Trump acquired the historical Mar-a-Lago estate in Palm Beach, Florida, in 1985 for $5 million, plus $3 million for the home’s furnishings. In addition to using the home as a winter retreat, Trump also turned it into a private club with membership fees of $150,000. At about the same time, he acquired a condominium complex in Palm Beach with Lee Iacocca that became Trump Plaza of the Palm Beaches.
Atlantic City casinoCity
Entrance of the Trump Taj Mahal in Atlantic City
Harrah’s at Trump Plaza opened in Atlantic City, New Jersey in 1984. The hotel/casino was built by Trump with financing by Holiday Corp. and operated by the Harrah’s gambling unit of Holiday Corp. The casino’s poor results exacerbated disagreements between Trump and Holiday Corp. Trump also acquired a partially completed building in Atlantic City from the Hilton Corporation for $320 million. When completed in 1985, the hotel/casino became Trump Castle. Trump’s wife, Ivana, managed the property
Later in 1988, Trump acquired the Taj Mahal casino in Atlantic City in a transaction with Merv Griffin and Resorts International. The casino was opened in April 1990, and was built at a total cost of $1.1 billion, which at the time made it the most expensive casino ever built. Financed with $675 million in junk bonds at a 14% interest rate, the project entered Chapter 11 bankruptcy the following year. Banks and bondholders, facing potential losses of hundreds of millions of dollars, opted to restructure the debt.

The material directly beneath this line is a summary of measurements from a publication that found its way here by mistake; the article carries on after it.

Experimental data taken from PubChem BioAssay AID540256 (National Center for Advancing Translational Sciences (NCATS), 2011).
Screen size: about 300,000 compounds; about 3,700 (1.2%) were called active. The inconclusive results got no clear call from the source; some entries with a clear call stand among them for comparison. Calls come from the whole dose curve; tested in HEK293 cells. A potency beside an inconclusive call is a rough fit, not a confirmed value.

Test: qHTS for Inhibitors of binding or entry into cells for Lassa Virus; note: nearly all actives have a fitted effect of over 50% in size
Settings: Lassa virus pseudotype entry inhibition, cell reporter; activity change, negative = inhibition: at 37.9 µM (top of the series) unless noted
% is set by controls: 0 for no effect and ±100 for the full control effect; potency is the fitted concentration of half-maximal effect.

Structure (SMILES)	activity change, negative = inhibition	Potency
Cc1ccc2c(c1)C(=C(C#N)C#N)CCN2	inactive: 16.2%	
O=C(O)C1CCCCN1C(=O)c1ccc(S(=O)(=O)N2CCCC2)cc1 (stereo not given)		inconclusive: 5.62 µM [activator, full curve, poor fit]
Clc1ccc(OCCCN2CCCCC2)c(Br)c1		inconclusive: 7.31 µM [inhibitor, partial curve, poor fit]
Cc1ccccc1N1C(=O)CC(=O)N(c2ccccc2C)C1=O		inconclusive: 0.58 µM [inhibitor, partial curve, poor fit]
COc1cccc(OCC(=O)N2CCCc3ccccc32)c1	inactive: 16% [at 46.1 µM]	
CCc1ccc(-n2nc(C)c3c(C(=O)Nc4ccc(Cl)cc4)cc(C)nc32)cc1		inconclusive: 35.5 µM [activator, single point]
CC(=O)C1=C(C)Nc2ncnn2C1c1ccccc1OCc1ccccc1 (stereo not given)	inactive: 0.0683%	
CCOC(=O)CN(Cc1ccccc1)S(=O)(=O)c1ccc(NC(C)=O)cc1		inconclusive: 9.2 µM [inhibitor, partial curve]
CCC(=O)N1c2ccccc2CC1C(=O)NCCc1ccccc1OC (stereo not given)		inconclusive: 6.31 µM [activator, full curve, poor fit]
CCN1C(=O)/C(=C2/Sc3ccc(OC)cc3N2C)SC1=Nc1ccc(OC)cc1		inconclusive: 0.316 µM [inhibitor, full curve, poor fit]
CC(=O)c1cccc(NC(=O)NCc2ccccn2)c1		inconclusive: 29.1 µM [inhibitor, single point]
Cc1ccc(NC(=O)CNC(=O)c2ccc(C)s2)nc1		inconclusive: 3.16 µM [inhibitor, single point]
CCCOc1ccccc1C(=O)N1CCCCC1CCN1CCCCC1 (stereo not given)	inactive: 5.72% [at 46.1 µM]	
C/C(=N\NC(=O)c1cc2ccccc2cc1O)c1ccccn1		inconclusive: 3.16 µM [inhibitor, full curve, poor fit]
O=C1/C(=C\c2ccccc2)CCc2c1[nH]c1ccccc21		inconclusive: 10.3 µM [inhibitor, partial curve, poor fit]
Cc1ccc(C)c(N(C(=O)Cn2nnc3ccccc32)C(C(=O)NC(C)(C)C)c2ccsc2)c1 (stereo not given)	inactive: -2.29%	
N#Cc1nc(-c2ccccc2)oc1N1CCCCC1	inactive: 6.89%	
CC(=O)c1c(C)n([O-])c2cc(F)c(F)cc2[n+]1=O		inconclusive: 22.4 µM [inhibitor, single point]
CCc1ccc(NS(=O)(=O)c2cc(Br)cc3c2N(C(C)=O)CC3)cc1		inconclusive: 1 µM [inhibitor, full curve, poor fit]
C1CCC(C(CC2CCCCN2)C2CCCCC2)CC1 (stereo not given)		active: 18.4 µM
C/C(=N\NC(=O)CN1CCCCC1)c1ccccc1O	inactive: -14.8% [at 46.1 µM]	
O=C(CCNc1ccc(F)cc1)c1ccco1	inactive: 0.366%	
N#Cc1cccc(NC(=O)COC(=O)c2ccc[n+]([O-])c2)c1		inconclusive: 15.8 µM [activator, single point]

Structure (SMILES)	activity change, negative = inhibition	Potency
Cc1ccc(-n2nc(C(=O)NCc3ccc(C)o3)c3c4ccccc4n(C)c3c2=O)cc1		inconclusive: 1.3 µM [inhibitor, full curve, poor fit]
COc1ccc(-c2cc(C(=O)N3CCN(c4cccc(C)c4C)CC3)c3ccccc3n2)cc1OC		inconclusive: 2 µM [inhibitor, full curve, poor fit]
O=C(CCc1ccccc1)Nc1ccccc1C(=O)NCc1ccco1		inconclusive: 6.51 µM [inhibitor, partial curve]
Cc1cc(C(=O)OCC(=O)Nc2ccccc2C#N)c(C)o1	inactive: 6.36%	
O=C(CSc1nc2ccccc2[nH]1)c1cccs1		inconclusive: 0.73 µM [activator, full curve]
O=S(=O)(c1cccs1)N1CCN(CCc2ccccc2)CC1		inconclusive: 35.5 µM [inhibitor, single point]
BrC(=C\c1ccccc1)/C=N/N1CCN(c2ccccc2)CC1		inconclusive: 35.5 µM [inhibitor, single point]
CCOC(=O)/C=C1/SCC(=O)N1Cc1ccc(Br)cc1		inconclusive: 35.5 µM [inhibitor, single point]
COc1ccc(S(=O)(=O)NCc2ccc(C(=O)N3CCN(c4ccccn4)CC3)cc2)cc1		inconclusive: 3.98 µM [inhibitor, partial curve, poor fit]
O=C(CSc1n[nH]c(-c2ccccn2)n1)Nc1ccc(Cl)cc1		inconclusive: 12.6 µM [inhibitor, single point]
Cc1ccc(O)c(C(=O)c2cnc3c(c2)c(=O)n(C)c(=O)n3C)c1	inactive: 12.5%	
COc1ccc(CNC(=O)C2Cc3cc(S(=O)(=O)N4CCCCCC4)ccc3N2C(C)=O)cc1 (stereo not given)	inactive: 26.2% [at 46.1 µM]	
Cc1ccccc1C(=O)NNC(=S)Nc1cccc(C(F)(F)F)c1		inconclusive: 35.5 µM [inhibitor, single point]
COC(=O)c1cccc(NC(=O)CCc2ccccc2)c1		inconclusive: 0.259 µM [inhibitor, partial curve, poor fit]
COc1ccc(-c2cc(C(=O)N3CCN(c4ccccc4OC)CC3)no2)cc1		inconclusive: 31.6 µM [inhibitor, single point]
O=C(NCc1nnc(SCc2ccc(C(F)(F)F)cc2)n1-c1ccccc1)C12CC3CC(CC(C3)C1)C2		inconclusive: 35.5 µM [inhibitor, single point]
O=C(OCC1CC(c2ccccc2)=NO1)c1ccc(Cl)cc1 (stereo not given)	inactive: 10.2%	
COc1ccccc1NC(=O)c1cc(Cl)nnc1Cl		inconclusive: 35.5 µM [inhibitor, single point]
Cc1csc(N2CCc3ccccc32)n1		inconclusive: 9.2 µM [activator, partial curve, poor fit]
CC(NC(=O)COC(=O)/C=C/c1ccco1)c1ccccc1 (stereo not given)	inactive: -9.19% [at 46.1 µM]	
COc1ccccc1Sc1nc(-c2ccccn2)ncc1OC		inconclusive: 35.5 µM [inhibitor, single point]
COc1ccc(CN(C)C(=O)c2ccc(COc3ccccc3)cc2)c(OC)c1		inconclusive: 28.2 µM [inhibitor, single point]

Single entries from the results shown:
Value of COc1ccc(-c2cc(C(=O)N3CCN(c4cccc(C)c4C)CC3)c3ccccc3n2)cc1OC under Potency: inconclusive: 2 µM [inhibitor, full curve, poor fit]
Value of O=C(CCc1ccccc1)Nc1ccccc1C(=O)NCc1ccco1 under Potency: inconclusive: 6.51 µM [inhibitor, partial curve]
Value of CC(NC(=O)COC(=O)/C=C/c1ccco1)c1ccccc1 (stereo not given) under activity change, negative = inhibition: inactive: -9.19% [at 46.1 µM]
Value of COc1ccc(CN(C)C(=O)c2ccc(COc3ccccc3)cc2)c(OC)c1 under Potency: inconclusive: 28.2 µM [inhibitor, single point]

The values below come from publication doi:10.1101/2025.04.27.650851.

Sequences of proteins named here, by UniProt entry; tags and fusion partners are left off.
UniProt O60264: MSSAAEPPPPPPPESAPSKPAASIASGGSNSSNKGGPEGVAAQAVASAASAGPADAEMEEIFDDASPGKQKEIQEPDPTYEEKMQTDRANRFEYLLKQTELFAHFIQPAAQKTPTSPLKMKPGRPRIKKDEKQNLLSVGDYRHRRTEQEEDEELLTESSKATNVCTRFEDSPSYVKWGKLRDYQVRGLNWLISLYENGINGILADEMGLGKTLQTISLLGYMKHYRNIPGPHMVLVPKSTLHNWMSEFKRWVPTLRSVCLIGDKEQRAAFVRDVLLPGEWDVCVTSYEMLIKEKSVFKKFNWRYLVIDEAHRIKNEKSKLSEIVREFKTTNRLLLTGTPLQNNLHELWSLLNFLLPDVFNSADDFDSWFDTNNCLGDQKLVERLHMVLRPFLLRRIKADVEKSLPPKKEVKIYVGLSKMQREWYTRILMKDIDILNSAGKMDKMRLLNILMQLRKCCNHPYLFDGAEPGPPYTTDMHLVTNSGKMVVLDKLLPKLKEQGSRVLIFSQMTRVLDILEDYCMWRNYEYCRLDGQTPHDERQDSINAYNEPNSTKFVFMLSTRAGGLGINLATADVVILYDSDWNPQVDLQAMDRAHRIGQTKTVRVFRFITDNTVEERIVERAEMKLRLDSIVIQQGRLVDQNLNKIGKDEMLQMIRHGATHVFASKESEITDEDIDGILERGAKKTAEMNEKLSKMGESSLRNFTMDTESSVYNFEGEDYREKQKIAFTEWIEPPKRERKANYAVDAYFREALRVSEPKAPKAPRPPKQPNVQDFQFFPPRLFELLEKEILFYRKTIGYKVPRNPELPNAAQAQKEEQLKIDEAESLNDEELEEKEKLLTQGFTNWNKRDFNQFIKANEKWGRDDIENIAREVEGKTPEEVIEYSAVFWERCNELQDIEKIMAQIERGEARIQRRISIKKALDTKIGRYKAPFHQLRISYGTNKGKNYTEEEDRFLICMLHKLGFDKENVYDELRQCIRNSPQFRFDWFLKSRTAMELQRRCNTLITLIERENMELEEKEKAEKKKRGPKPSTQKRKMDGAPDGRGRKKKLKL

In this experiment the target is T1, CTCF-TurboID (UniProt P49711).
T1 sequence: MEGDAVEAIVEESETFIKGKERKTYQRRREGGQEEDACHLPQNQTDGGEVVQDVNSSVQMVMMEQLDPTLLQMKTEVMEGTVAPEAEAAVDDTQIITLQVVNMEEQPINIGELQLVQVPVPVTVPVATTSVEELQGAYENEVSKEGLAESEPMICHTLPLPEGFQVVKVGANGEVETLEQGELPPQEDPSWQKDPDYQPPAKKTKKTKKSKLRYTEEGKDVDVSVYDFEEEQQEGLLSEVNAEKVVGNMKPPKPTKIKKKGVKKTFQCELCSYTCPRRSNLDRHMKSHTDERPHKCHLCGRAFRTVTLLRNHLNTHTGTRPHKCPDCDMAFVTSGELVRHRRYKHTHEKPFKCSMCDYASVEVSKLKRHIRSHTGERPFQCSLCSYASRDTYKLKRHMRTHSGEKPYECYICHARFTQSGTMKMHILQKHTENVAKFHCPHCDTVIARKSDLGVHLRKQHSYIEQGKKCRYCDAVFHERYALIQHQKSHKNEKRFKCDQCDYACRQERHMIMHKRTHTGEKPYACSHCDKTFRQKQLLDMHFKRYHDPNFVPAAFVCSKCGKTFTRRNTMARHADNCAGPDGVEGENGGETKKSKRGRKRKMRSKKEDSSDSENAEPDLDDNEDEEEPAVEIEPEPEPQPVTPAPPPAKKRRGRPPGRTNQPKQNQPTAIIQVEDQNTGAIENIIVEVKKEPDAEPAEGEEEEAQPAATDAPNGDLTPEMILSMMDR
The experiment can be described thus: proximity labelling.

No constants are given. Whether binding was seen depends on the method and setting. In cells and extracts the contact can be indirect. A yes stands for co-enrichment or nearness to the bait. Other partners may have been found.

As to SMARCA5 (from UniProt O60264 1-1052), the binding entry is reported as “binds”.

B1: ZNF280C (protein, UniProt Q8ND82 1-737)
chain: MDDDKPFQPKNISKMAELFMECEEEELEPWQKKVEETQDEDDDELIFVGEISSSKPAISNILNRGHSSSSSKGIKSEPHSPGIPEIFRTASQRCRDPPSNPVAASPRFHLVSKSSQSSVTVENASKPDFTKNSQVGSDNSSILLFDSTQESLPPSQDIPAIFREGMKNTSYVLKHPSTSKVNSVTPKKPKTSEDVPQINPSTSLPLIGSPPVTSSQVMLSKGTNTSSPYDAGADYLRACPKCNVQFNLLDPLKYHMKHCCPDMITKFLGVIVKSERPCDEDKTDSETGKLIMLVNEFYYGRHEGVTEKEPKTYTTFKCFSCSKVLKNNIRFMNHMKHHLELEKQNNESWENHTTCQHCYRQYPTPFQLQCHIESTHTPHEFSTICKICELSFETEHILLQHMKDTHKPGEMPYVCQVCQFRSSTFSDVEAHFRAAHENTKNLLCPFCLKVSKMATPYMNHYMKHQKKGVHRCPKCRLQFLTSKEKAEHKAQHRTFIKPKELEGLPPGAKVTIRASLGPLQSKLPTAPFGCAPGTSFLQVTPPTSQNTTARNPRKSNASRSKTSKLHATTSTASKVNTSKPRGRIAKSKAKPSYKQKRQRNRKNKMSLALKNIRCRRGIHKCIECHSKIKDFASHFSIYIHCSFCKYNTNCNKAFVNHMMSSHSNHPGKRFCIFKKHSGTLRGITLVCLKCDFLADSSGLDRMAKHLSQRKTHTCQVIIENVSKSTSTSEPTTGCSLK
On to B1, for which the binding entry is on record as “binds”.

The Taj Mahal emerged from bankruptcy on October 5, 1991, with Trump ceding 50 percent ownership in the casino to the bondholders in exchange for lowered interest rates and more time to pay off the debt. He also sold his financially challenged Trump Shuttle airline and his 282-foot (86 m) megayacht, the Trump Princess. The property was repurchased in 1996 and consolidated into Trump Hotels & Casino Resorts, which filed for bankruptcy in 2004 with $1.8 billion in debt, filing again for bankruptcy five years later with $50 million in assets and $500 million in debt. The restructuring ultimately left Trump with 10% ownership in the Trump Taj Mahal and other Trump casino properties. Trump served as chairman of the organization, which was renamed Trump Entertainment Resorts, from mid-1995 until early 2009, and served as CEO from mid-2000 to mid-2005.
During the 1990s, Trump’s casino ventures faced competition of the Native-American owned Foxwoods casino in Connecticut. In 1993, Trump made controversial comments in his testimony to a Congressional committee, famously stating that the casino owners did not look like real Indians. But despite that well-publicized quote which related to the Mashantucket Pequot Tribe, Trump became a key investor who backed the Paucatuck Eastern Pequots who were seeking state recognition.